Georgia on His Mind

FAYETTEVILLE -- The tattoo stretching across Arkansas cornerback Michael Grant's back is a symbol of pride for his home state, not the university that denied the true freshman admission last June.

That's the first thing the 18-year-old from Stone Mountain, Ga., said when asked about the marking he shares with high school teammate and Georgia freshman linebacker Josh Johnson. Grant explained the highly-recruited Stephenson High players, who also are best friends, decided to have the phrase, "Georgia Boy," inked on their backs before their senior season began.

"It has nothing to do with Georgia, the university," Grant said.

But most of the storyline surrounding his first career start does.

The 5-foot-11, 185-pound Grant replaces injured sophomore Michael Coe at field cornerback in Razorback Stadium tonight against No. 10 Georgia, the school he signed a letter-of-intent with on National Signing Day last February. Eight months and a bizarre twist later, Grant has earned a starting spot with the Razorbacks and will battle talented Georgia receivers Reggie Brown and Fred Gibson.

Grant thought he'd be their teammates when he worked out with the Bulldogs for a week last summer before the university's conduct committee denied him admission. The university didn't publicly provide a reason, but Grant was suspended as a sophomore from South Gwinnett (Ga.) High after having consensual sex with a female student in a school bathroom.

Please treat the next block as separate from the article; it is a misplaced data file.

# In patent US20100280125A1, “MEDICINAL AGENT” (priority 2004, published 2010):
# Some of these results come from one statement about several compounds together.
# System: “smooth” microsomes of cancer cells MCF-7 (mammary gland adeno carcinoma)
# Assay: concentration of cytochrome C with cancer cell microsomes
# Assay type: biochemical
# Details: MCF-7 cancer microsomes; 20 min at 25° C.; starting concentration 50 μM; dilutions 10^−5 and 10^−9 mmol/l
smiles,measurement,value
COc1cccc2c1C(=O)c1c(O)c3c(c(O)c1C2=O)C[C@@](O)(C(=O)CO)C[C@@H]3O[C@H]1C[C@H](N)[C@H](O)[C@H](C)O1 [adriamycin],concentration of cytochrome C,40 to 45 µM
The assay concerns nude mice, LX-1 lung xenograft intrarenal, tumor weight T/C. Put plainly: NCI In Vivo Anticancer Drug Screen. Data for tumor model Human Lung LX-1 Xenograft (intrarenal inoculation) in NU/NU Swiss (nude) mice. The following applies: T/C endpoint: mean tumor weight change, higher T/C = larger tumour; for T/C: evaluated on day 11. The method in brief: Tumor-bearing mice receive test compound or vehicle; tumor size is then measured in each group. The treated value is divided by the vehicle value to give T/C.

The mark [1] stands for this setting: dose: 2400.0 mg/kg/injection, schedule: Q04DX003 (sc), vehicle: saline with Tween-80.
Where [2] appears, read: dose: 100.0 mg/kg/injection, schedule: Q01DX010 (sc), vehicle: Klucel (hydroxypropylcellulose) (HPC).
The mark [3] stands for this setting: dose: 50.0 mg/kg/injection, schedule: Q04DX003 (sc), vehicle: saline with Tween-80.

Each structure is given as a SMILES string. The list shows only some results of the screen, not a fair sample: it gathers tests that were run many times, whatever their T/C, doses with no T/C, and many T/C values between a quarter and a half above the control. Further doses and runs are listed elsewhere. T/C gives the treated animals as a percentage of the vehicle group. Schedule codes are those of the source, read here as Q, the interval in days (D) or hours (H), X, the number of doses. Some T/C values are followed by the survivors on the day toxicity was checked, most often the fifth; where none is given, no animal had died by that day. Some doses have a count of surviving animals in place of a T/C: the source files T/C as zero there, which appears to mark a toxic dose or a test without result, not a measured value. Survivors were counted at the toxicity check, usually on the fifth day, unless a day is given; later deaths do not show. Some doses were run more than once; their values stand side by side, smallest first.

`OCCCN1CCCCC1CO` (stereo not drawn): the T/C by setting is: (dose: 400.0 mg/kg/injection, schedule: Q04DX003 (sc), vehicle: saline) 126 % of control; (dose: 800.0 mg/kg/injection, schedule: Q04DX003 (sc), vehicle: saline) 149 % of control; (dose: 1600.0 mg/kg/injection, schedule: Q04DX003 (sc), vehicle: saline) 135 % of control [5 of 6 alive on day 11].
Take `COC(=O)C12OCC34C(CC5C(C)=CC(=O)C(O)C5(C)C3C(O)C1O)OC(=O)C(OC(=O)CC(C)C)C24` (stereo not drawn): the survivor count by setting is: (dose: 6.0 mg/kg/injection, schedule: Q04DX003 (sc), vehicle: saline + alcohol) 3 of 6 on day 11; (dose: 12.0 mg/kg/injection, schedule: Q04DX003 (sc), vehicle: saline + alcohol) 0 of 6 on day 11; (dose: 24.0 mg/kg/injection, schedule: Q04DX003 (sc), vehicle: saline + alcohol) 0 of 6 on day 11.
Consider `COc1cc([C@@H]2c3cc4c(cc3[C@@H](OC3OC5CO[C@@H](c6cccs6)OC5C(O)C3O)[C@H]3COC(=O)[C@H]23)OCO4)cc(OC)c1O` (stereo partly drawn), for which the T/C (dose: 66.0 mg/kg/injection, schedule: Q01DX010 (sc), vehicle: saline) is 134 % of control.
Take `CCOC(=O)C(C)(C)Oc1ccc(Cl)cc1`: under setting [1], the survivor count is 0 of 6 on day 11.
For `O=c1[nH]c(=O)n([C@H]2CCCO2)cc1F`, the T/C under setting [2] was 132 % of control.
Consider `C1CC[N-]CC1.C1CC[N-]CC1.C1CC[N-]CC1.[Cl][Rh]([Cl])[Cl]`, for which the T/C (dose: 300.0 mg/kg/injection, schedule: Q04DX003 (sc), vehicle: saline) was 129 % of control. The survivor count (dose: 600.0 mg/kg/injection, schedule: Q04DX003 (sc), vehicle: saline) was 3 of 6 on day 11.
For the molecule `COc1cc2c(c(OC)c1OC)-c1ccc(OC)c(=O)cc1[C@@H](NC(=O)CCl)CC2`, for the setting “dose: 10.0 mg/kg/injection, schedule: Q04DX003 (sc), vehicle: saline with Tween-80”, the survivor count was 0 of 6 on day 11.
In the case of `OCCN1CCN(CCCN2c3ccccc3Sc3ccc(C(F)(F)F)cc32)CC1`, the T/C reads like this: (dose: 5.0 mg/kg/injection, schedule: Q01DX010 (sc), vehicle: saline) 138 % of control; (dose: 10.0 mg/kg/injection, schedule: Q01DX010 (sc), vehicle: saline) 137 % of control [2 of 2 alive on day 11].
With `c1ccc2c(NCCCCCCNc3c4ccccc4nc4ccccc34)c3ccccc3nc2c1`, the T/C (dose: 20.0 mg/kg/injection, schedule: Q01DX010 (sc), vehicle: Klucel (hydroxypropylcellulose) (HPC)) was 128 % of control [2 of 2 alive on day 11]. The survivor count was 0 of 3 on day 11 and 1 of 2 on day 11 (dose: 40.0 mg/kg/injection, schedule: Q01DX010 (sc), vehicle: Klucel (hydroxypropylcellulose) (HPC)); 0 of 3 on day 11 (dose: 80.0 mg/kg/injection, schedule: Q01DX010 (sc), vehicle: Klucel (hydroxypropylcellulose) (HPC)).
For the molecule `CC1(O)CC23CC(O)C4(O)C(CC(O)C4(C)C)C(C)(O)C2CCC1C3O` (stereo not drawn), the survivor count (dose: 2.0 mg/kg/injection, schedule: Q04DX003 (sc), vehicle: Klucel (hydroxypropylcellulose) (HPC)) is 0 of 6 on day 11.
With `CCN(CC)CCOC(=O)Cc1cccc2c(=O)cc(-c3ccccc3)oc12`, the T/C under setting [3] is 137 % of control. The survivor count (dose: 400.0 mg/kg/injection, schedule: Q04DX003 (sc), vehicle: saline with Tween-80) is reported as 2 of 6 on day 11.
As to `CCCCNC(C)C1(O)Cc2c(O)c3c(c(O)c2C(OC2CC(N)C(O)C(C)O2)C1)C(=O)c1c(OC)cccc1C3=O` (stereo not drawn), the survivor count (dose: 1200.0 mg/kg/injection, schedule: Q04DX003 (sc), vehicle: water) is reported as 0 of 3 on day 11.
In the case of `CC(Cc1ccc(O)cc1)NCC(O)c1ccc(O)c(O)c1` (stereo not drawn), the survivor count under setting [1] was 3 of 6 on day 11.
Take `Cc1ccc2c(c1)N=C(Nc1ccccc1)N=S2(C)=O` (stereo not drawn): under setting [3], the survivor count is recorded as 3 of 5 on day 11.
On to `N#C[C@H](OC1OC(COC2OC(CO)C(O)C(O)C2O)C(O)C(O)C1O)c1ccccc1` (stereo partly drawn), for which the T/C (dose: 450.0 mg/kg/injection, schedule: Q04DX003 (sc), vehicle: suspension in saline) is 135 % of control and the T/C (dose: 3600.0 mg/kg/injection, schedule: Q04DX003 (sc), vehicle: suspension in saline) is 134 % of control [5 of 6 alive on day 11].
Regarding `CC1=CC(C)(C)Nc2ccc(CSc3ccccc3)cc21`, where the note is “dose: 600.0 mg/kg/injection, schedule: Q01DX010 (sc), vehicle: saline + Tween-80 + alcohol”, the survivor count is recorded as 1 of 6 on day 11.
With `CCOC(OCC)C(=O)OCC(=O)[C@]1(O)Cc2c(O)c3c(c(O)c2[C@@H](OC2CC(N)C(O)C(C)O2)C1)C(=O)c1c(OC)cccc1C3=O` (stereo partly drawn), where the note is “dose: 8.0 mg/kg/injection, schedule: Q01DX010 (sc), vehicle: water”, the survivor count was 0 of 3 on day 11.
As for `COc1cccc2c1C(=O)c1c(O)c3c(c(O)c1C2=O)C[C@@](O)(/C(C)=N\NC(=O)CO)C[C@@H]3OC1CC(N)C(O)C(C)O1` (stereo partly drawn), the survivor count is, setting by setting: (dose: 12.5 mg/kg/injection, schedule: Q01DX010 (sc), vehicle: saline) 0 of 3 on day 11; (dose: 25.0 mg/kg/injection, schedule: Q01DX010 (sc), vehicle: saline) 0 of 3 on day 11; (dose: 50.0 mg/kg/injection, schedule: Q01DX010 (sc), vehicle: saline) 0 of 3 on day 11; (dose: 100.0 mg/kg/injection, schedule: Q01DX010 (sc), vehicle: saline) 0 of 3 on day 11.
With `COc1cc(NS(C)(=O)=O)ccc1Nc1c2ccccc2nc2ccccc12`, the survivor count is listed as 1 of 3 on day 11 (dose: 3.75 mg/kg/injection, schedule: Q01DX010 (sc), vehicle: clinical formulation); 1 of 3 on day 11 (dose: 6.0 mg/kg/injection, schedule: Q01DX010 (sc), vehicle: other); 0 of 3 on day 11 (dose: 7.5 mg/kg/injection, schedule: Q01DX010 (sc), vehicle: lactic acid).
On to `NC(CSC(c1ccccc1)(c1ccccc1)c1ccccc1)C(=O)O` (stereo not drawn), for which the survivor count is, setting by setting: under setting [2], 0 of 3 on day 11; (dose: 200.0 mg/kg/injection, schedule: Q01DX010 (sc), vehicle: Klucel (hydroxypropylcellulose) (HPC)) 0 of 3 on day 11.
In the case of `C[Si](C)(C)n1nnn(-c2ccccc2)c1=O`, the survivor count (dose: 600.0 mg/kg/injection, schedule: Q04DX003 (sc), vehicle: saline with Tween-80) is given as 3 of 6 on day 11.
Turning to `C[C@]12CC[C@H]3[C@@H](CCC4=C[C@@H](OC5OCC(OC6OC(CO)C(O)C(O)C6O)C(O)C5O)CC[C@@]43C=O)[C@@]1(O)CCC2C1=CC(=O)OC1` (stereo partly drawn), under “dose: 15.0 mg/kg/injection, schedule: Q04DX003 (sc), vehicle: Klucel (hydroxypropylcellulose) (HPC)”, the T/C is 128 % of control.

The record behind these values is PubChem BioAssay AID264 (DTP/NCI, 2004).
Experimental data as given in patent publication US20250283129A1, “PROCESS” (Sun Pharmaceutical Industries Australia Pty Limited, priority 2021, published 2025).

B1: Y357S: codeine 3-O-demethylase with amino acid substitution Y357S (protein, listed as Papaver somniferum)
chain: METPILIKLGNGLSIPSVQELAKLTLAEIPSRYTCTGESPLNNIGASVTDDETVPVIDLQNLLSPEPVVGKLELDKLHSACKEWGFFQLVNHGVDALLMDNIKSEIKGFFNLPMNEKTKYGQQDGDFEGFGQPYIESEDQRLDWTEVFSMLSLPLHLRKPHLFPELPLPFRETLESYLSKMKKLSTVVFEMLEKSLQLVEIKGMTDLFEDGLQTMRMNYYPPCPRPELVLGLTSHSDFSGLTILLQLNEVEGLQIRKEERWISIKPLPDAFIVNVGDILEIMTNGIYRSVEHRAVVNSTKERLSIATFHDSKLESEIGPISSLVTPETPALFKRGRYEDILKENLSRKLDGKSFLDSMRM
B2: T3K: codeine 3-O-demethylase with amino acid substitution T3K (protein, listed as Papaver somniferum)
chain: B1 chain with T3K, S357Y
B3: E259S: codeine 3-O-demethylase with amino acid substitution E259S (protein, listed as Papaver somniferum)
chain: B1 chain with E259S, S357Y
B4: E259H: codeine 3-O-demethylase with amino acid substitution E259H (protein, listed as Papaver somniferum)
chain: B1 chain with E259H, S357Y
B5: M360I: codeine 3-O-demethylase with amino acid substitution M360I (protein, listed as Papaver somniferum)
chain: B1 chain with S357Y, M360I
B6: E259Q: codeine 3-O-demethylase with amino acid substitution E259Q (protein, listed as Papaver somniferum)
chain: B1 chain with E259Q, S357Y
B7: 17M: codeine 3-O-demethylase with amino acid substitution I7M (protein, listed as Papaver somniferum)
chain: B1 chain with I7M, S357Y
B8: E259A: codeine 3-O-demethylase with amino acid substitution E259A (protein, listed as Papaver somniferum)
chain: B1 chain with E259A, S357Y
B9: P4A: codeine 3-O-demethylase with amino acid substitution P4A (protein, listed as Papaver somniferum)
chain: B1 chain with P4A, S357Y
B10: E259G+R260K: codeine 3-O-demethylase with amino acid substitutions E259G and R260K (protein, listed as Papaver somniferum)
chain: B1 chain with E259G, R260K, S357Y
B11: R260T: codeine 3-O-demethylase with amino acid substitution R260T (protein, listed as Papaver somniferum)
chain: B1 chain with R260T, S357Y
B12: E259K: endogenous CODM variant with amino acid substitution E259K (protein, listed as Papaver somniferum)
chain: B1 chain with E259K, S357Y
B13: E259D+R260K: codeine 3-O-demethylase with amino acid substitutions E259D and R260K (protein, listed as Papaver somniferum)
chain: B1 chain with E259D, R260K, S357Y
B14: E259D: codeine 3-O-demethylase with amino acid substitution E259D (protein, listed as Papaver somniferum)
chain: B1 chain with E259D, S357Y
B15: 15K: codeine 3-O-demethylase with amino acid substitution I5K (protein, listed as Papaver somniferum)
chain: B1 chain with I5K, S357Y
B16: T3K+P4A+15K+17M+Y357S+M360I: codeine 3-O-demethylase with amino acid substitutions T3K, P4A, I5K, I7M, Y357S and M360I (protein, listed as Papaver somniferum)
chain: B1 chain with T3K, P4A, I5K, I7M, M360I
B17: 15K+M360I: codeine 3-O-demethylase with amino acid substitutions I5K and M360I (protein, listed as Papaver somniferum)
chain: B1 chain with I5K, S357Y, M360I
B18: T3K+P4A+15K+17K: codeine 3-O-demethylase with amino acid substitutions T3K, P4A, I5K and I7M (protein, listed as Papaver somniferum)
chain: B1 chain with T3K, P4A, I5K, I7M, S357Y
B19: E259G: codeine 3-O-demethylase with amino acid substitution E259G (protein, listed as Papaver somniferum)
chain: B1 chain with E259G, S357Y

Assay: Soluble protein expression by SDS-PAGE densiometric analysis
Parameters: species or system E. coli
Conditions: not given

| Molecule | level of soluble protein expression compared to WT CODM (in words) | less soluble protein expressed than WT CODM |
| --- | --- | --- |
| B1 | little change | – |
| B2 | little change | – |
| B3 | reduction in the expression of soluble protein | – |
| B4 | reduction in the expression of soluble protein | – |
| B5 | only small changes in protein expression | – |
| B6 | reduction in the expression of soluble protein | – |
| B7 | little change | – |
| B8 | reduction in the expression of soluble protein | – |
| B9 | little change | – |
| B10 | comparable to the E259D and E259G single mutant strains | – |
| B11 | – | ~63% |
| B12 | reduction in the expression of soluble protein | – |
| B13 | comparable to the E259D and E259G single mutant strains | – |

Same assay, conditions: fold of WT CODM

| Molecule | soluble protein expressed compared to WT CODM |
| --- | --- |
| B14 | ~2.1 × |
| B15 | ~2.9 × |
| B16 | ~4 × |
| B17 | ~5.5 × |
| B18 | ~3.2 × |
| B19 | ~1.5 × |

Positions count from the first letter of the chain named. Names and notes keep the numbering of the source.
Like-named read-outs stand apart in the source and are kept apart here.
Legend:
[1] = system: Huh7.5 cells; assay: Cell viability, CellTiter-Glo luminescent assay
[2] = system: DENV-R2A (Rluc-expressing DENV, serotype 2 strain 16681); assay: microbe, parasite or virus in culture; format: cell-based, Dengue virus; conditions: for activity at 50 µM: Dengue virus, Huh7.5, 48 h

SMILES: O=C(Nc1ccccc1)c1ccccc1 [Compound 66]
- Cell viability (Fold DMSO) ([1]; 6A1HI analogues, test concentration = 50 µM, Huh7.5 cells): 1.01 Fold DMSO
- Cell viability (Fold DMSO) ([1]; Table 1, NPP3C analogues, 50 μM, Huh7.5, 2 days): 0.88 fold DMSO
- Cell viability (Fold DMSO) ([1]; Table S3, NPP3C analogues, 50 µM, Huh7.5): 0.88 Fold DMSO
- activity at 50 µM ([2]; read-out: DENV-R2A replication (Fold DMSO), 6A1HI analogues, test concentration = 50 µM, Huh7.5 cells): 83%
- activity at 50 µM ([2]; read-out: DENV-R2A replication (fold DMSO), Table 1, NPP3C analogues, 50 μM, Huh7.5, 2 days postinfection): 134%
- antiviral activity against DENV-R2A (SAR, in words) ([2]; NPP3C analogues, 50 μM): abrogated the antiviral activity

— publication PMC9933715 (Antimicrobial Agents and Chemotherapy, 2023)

So when Grant takes the field with the Razorbacks in the first quarter tonight, there's no doubt he'll have Georgia on his mind.

"I'm trying to look at it as any other game," Grant said. "But I can't help but get a little excited playing against my hometown team. I'm just real excited because I'm going to get to play a little more (tonight)."

'Georgia Boy'
But Grant didn't circle Oct. 23 on the calendar when he arrived at Arkansas and he said he doesn't have any hard feelings about his abrupt departure from Georgia.

That doesn't mean he doesn't think about it.